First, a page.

Seafood industry calls for labelling laws

7th August 2020 | Eativity editors

There’s plenty of fish in the sea, but when it comes to dining out, wouldn’t you like to know where your seafood comes from? The Australian seafood industry has called on consumers to support the expansion of the current Country of Origin Labelling (CoOL) laws to include seafood sold in foodservice as the government begins an evaluation of legislation which came into effect two years ago.

“In the retail sector, CoOL provides consumers with clear information on where their food has come from and allows consumers to make informed purchasing decisions,” says Seafood Industry Australia Interim CEO Veronica Papacosta. “We want to see this origin labelling extended to seafood sold in the foodservice sector.

“In July 2018 it became mandatory for food sold in retail to be labelled with its country of origin, and the wheels didn’t fall off. In fact, labelling improved the level of communication and trust between a retailer and their customers. However, there was no requirement placed on places like restaurants and cafes. Foodservice should have never been exempt from the original labelling requirements and we hope this loophole will finally close.”

Proposed new laws would allow diners to know where their seafood has come from.

Seventy percent of the seafood eaten in Australia is imported, and the majority of this consumption is in the foodservice sector. However, many people don’t realise this, Papacosta says: “Consumers assume their seafood meals are made using iconic Australia seafood, however this is often not the case. We know people want to support our seafood producers, but people can’t buy Australian seafood if they can’t tell where it’s from.”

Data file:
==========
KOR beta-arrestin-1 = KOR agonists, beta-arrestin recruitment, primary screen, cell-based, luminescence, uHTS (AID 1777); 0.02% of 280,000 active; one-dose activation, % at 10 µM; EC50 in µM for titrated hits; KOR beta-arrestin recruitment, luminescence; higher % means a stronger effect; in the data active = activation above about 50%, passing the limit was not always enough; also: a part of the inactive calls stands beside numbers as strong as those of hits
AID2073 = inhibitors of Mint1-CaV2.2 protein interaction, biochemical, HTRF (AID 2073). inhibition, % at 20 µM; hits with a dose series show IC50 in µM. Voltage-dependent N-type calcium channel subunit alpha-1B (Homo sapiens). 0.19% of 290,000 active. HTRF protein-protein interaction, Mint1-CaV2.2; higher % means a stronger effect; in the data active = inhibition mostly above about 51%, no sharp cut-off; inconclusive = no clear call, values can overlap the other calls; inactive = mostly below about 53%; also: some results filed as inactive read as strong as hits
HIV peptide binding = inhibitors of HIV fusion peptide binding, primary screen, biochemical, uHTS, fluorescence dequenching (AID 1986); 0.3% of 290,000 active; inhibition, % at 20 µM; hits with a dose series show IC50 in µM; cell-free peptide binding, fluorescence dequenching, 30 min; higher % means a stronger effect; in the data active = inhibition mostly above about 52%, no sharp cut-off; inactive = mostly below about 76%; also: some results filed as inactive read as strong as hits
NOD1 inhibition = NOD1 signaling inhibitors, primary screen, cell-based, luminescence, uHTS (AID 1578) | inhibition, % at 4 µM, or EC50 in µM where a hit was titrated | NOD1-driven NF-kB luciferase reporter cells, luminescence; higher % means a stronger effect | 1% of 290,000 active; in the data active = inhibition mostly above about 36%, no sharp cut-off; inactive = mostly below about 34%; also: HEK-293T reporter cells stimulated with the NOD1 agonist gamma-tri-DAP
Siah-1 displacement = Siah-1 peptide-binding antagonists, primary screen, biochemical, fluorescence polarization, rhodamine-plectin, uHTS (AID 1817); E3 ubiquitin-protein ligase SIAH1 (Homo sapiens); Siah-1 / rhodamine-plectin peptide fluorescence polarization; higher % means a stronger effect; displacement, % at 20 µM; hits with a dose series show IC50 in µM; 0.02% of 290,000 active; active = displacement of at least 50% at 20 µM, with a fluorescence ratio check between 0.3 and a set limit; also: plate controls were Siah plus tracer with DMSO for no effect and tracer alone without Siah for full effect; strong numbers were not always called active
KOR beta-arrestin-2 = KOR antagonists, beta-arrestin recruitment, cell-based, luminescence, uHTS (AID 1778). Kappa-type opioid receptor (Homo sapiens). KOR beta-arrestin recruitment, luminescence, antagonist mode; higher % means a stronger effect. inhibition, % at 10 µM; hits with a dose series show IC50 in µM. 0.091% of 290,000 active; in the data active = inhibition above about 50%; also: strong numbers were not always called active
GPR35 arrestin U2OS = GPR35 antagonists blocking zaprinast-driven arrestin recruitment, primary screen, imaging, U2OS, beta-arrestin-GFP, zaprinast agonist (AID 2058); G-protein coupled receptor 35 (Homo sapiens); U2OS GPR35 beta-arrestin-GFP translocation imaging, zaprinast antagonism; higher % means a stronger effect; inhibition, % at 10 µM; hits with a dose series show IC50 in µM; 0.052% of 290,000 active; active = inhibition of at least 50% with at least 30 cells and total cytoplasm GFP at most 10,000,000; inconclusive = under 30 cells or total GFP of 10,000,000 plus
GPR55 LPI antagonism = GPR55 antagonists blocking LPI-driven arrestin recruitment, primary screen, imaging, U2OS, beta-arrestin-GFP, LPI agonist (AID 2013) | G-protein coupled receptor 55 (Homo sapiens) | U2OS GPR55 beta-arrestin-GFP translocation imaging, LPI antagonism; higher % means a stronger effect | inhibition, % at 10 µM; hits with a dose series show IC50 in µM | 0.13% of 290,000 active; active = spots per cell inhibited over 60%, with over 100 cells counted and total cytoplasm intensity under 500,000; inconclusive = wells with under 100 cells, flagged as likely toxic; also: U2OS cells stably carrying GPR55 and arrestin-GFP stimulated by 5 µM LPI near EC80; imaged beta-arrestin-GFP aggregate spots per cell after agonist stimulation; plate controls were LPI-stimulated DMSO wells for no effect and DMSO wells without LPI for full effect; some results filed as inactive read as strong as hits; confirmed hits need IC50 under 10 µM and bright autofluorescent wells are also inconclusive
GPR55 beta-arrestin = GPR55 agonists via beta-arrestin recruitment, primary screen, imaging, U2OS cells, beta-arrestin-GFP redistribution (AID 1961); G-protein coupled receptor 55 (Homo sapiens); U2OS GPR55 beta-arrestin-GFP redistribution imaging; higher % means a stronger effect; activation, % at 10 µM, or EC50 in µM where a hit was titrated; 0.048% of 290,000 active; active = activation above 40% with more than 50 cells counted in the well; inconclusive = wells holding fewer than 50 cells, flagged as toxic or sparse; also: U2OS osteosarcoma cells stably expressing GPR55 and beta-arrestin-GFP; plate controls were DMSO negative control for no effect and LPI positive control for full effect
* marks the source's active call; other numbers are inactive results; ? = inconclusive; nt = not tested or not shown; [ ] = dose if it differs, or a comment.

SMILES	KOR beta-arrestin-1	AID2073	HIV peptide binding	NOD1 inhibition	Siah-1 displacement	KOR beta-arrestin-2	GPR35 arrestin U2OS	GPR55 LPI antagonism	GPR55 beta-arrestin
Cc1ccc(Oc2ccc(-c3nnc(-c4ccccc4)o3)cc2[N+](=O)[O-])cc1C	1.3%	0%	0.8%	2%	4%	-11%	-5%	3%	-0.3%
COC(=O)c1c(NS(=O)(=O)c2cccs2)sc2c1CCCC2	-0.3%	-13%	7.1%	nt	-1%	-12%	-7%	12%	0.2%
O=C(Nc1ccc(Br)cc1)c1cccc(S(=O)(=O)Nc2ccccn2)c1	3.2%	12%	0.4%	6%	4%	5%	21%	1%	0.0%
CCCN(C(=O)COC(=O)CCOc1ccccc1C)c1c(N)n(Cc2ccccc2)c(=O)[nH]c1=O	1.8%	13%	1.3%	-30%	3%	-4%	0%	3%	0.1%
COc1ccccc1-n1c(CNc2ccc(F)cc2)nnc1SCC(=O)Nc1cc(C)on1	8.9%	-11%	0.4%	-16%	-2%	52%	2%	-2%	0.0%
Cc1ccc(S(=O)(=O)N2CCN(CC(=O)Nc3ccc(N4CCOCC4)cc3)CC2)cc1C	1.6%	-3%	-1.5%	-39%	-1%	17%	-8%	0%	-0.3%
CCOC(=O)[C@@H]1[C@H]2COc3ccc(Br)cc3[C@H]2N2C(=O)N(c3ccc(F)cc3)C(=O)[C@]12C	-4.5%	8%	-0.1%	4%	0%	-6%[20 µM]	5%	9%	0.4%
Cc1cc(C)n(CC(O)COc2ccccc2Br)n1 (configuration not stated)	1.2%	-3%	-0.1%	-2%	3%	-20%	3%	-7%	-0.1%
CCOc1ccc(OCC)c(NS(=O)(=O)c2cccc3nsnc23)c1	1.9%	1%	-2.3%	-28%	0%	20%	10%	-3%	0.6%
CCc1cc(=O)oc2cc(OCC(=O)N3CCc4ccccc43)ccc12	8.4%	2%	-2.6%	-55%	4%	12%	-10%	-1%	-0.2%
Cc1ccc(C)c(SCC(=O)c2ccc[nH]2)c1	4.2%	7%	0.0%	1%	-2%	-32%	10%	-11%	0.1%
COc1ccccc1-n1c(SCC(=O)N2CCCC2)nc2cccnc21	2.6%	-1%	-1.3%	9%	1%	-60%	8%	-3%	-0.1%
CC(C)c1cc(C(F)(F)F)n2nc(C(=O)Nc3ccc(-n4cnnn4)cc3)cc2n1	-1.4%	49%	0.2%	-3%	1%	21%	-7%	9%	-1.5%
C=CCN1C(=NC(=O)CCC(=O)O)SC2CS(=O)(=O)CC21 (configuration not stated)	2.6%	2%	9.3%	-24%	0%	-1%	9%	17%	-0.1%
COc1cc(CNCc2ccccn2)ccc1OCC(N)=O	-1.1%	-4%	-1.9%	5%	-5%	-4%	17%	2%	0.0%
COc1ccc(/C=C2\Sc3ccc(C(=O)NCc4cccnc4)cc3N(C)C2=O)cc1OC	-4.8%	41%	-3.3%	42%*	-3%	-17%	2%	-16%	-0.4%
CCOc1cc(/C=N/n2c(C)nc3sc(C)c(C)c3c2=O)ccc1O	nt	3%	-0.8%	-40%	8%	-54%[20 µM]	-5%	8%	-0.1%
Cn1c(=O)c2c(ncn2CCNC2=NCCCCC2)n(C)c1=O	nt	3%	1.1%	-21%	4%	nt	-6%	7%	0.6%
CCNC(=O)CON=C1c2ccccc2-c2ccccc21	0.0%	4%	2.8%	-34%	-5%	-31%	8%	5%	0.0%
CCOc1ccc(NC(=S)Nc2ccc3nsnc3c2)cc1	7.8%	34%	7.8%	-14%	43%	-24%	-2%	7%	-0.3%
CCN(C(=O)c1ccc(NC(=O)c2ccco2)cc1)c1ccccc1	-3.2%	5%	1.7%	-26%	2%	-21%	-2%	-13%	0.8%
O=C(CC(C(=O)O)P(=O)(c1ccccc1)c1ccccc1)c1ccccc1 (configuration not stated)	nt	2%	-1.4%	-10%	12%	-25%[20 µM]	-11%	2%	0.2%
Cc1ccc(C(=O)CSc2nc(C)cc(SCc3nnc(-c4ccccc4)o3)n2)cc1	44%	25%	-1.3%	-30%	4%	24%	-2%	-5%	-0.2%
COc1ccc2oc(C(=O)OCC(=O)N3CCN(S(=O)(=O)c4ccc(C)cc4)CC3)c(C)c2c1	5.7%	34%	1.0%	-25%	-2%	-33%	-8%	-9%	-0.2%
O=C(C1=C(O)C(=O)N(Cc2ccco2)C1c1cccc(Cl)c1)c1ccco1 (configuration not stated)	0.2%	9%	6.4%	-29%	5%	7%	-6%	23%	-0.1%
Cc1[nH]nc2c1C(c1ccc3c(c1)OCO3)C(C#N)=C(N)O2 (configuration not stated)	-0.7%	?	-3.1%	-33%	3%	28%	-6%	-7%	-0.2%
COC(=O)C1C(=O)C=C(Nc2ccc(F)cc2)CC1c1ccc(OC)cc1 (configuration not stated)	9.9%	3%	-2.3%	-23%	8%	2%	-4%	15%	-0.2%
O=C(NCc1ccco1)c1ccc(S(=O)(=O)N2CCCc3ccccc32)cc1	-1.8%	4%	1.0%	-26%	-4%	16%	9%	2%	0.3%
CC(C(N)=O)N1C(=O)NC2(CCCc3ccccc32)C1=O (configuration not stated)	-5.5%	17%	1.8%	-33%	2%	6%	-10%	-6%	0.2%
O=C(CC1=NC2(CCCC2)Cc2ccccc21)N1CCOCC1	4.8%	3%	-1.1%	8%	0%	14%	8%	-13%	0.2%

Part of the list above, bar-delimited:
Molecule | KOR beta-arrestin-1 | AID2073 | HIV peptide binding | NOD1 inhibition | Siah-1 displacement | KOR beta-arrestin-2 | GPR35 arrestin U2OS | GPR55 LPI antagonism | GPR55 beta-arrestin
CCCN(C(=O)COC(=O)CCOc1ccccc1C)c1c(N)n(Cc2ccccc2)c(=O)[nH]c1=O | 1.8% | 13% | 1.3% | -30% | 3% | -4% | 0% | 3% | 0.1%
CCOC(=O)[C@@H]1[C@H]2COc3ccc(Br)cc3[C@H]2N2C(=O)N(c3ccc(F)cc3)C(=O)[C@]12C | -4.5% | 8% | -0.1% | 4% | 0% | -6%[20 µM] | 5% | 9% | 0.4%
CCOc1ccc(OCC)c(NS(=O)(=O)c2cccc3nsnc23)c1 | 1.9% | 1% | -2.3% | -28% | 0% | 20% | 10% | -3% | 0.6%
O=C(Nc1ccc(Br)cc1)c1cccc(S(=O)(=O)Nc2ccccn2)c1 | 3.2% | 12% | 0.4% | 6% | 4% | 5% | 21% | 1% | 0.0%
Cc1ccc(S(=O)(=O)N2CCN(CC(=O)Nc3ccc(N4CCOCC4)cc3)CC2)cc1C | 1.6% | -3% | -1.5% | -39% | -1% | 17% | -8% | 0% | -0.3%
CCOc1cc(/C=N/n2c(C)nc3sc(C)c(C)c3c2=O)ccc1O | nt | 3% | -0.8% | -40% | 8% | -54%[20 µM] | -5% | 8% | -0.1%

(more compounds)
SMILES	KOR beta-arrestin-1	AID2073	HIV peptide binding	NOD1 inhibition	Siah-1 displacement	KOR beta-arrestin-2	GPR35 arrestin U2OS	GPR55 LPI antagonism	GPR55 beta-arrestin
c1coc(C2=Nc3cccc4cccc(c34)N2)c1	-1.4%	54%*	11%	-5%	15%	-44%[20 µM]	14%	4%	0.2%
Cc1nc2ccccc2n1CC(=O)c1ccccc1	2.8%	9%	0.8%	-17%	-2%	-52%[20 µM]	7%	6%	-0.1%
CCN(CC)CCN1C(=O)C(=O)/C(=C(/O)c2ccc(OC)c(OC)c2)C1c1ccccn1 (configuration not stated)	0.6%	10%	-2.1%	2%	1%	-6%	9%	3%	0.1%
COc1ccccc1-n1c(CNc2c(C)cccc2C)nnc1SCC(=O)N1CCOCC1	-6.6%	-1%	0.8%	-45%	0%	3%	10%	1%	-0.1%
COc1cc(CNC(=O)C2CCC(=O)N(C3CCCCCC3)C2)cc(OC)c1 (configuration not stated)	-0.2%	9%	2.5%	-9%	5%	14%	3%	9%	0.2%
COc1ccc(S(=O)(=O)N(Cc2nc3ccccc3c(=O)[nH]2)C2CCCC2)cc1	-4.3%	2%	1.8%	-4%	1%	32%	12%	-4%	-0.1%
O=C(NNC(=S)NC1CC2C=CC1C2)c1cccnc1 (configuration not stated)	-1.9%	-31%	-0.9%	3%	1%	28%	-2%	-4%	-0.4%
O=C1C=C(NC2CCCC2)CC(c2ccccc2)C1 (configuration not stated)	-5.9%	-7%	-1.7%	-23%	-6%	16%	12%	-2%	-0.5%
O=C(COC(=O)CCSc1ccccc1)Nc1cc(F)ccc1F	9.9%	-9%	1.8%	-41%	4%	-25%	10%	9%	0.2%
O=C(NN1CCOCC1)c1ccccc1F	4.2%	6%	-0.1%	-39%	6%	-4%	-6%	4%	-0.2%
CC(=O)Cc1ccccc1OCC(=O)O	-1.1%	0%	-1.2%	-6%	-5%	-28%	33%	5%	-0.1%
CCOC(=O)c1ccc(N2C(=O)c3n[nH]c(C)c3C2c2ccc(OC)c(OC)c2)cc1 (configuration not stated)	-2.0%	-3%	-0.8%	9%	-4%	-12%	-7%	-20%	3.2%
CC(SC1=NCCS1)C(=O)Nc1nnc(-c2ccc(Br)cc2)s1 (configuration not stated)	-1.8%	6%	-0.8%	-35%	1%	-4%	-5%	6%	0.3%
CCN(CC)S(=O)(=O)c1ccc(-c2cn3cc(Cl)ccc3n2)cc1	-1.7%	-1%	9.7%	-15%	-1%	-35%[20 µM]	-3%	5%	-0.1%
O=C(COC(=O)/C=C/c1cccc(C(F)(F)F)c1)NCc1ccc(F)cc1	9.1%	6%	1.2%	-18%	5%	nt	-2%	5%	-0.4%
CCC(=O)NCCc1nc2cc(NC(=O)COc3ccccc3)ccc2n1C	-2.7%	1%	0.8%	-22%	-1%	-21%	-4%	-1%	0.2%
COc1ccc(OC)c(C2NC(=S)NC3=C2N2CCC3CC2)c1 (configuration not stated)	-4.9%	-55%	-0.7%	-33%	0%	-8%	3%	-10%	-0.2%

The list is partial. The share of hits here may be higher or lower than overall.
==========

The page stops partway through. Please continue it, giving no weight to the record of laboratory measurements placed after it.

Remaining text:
The Australian seafood industry has repeatedly appealed to the government to make origin labelling mandatory for seafood sold in foodservice, and more than 86,000 consumers have signed petitions saying they want Australia seafood labelled in foodservice.

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“Australians are more interested in the provenance of their food than ever before, and demand for all Aussie-grown produce is on the rise,” Papacosta says. “Clear labelling for Australian seafood not only allows consumers to support our domestic producers, but also the entire supply chain, including processors, truck drivers and regional communities.”

Papacosta notes that the industry does not wish to vilify imported seafood, as there is some excellent seafood coming into Australia which is already being enjoyed by consumers.

“We simply believe that consumers should be provided with the same level of information in a restaurant as they are at the fish counter so they can make an informed choice,” she says. “Next to freshness, country of origin is the second most influential factor for consumers choosing which seafood they buy.”

Want to have your say? A survey is available at until September 11. The evaluation is expected to be completed by mid-2021.

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